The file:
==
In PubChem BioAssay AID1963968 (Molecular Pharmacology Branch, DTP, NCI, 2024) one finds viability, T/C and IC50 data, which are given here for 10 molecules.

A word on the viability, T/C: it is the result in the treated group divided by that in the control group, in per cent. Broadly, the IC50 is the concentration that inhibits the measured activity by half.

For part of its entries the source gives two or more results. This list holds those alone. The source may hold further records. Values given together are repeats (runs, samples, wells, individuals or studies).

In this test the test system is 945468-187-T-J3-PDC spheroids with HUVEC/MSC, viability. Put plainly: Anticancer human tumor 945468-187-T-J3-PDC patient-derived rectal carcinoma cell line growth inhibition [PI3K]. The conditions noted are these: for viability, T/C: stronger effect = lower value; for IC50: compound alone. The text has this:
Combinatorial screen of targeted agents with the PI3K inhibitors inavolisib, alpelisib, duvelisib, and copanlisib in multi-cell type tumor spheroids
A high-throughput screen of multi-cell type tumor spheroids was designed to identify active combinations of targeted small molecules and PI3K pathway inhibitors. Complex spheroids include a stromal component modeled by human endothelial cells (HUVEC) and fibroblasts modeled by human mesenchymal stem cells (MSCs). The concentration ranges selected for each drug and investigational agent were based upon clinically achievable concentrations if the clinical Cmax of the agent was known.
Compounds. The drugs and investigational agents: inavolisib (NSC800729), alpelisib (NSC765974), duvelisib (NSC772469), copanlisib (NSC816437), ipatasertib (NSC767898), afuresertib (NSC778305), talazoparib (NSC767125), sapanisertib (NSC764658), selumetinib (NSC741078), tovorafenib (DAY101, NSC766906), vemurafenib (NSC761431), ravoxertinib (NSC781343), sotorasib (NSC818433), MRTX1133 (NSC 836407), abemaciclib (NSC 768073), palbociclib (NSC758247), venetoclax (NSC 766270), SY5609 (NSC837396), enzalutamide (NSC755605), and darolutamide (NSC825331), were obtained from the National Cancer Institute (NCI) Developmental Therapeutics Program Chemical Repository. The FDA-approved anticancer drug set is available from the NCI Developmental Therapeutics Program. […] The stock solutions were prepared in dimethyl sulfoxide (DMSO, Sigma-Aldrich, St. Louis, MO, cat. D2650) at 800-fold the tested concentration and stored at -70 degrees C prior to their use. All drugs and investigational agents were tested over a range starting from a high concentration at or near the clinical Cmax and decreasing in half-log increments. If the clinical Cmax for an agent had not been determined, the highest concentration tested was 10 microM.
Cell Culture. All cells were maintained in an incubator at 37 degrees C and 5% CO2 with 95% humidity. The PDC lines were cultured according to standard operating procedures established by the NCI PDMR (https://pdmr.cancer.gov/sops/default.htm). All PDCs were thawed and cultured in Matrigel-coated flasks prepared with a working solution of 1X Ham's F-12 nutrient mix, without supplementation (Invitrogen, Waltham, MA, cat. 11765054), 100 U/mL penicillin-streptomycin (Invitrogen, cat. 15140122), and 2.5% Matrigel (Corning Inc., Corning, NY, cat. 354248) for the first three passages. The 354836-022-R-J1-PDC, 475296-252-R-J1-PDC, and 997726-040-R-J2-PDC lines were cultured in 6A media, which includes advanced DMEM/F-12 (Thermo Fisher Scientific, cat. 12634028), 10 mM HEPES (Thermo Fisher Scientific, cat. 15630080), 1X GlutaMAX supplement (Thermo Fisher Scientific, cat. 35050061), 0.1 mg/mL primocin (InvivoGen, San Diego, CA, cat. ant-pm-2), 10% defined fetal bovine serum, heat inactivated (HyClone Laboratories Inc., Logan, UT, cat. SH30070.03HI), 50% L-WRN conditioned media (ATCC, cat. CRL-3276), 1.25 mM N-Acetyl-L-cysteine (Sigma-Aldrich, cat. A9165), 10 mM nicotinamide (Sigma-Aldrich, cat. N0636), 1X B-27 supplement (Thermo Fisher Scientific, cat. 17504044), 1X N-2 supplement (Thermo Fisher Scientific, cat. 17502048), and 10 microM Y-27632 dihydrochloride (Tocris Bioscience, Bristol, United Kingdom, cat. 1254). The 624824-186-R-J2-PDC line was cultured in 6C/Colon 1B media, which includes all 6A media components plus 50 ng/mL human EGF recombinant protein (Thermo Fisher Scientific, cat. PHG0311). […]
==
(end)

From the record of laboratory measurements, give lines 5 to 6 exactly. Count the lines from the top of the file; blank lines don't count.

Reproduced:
Combinatorial screen of targeted agents with the PI3K inhibitors inavolisib, alpelisib, duvelisib, and copanlisib in multi-cell type tumor spheroids
A high-throughput screen of multi-cell type tumor spheroids was designed to identify active combinations of targeted small molecules and PI3K pathway inhibitors. Complex spheroids include a stromal component modeled by human endothelial cells (HUVEC) and fibroblasts modeled by human mesenchymal stem cells (MSCs). The concentration ranges selected for each drug and investigational agent were based upon clinically achievable concentrations if the clinical Cmax of the agent was known.